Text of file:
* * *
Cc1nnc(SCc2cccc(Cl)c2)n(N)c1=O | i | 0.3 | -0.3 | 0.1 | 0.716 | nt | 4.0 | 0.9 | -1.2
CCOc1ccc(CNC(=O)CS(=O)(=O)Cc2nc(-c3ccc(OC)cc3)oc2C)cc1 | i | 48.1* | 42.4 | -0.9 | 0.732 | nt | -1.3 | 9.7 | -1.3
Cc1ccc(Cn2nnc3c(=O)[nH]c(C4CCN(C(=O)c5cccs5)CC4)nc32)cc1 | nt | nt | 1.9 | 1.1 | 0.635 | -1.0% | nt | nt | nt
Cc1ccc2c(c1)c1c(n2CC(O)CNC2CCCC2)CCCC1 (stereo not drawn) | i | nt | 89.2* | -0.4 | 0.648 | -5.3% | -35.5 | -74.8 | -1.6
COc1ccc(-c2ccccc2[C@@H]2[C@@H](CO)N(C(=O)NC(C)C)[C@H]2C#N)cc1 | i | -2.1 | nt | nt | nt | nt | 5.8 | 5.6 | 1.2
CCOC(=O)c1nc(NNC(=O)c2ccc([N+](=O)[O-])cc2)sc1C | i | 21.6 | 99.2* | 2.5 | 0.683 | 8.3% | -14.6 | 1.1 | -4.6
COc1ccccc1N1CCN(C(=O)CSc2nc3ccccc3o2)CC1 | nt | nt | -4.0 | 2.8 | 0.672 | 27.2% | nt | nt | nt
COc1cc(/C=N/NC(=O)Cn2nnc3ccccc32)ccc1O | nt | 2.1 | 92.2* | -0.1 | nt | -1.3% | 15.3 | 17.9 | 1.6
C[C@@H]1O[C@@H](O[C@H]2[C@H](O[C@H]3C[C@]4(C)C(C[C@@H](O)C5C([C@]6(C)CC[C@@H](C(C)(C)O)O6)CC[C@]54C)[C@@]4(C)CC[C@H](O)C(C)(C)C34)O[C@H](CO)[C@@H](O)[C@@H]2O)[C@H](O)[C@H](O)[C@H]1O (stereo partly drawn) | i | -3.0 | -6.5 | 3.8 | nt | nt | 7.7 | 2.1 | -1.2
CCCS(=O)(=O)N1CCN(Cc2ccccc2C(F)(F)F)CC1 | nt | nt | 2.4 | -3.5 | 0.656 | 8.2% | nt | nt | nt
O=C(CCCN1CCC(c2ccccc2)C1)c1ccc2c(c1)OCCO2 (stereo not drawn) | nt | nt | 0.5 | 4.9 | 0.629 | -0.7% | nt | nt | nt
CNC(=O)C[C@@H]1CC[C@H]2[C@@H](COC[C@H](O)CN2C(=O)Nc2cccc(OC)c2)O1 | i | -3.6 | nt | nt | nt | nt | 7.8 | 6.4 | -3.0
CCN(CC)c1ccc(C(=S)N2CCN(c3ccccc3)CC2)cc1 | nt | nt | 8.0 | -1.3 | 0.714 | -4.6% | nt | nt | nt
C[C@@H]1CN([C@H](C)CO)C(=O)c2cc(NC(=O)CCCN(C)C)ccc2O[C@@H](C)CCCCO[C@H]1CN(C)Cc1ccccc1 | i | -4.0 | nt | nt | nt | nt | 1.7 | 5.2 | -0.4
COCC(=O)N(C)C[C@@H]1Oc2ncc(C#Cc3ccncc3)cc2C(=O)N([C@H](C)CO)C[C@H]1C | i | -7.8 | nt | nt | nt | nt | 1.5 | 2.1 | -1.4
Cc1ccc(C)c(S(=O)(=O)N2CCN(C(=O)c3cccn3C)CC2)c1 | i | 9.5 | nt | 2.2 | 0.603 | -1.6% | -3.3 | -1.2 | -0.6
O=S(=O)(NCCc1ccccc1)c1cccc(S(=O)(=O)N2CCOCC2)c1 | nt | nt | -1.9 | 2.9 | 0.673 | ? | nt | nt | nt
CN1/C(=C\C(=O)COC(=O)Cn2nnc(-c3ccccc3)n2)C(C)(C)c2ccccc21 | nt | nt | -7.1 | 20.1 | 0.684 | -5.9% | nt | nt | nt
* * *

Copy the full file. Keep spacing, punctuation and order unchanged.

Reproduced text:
Cc1nnc(SCc2cccc(Cl)c2)n(N)c1=O | i | 0.3 | -0.3 | 0.1 | 0.716 | nt | 4.0 | 0.9 | -1.2
CCOc1ccc(CNC(=O)CS(=O)(=O)Cc2nc(-c3ccc(OC)cc3)oc2C)cc1 | i | 48.1* | 42.4 | -0.9 | 0.732 | nt | -1.3 | 9.7 | -1.3
Cc1ccc(Cn2nnc3c(=O)[nH]c(C4CCN(C(=O)c5cccs5)CC4)nc32)cc1 | nt | nt | 1.9 | 1.1 | 0.635 | -1.0% | nt | nt | nt
Cc1ccc2c(c1)c1c(n2CC(O)CNC2CCCC2)CCCC1 (stereo not drawn) | i | nt | 89.2* | -0.4 | 0.648 | -5.3% | -35.5 | -74.8 | -1.6
COc1ccc(-c2ccccc2[C@@H]2[C@@H](CO)N(C(=O)NC(C)C)[C@H]2C#N)cc1 | i | -2.1 | nt | nt | nt | nt | 5.8 | 5.6 | 1.2
CCOC(=O)c1nc(NNC(=O)c2ccc([N+](=O)[O-])cc2)sc1C | i | 21.6 | 99.2* | 2.5 | 0.683 | 8.3% | -14.6 | 1.1 | -4.6
COc1ccccc1N1CCN(C(=O)CSc2nc3ccccc3o2)CC1 | nt | nt | -4.0 | 2.8 | 0.672 | 27.2% | nt | nt | nt
COc1cc(/C=N/NC(=O)Cn2nnc3ccccc32)ccc1O | nt | 2.1 | 92.2* | -0.1 | nt | -1.3% | 15.3 | 17.9 | 1.6
C[C@@H]1O[C@@H](O[C@H]2[C@H](O[C@H]3C[C@]4(C)C(C[C@@H](O)C5C([C@]6(C)CC[C@@H](C(C)(C)O)O6)CC[C@]54C)[C@@]4(C)CC[C@H](O)C(C)(C)C34)O[C@H](CO)[C@@H](O)[C@@H]2O)[C@H](O)[C@H](O)[C@H]1O (stereo partly drawn) | i | -3.0 | -6.5 | 3.8 | nt | nt | 7.7 | 2.1 | -1.2
CCCS(=O)(=O)N1CCN(Cc2ccccc2C(F)(F)F)CC1 | nt | nt | 2.4 | -3.5 | 0.656 | 8.2% | nt | nt | nt
O=C(CCCN1CCC(c2ccccc2)C1)c1ccc2c(c1)OCCO2 (stereo not drawn) | nt | nt | 0.5 | 4.9 | 0.629 | -0.7% | nt | nt | nt
CNC(=O)C[C@@H]1CC[C@H]2[C@@H](COC[C@H](O)CN2C(=O)Nc2cccc(OC)c2)O1 | i | -3.6 | nt | nt | nt | nt | 7.8 | 6.4 | -3.0
CCN(CC)c1ccc(C(=S)N2CCN(c3ccccc3)CC2)cc1 | nt | nt | 8.0 | -1.3 | 0.714 | -4.6% | nt | nt | nt
C[C@@H]1CN([C@H](C)CO)C(=O)c2cc(NC(=O)CCCN(C)C)ccc2O[C@@H](C)CCCCO[C@H]1CN(C)Cc1ccccc1 | i | -4.0 | nt | nt | nt | nt | 1.7 | 5.2 | -0.4
COCC(=O)N(C)C[C@@H]1Oc2ncc(C#Cc3ccncc3)cc2C(=O)N([C@H](C)CO)C[C@H]1C | i | -7.8 | nt | nt | nt | nt | 1.5 | 2.1 | -1.4
Cc1ccc(C)c(S(=O)(=O)N2CCN(C(=O)c3cccn3C)CC2)c1 | i | 9.5 | nt | 2.2 | 0.603 | -1.6% | -3.3 | -1.2 | -0.6
O=S(=O)(NCCc1ccccc1)c1cccc(S(=O)(=O)N2CCOCC2)c1 | nt | nt | -1.9 | 2.9 | 0.673 | ? | nt | nt | nt
CN1/C(=C\C(=O)COC(=O)Cn2nnc(-c3ccccc3)n2)C(C)(C)c2ccccc21 | nt | nt | -7.1 | 20.1 | 0.684 | -5.9% | nt | nt | nt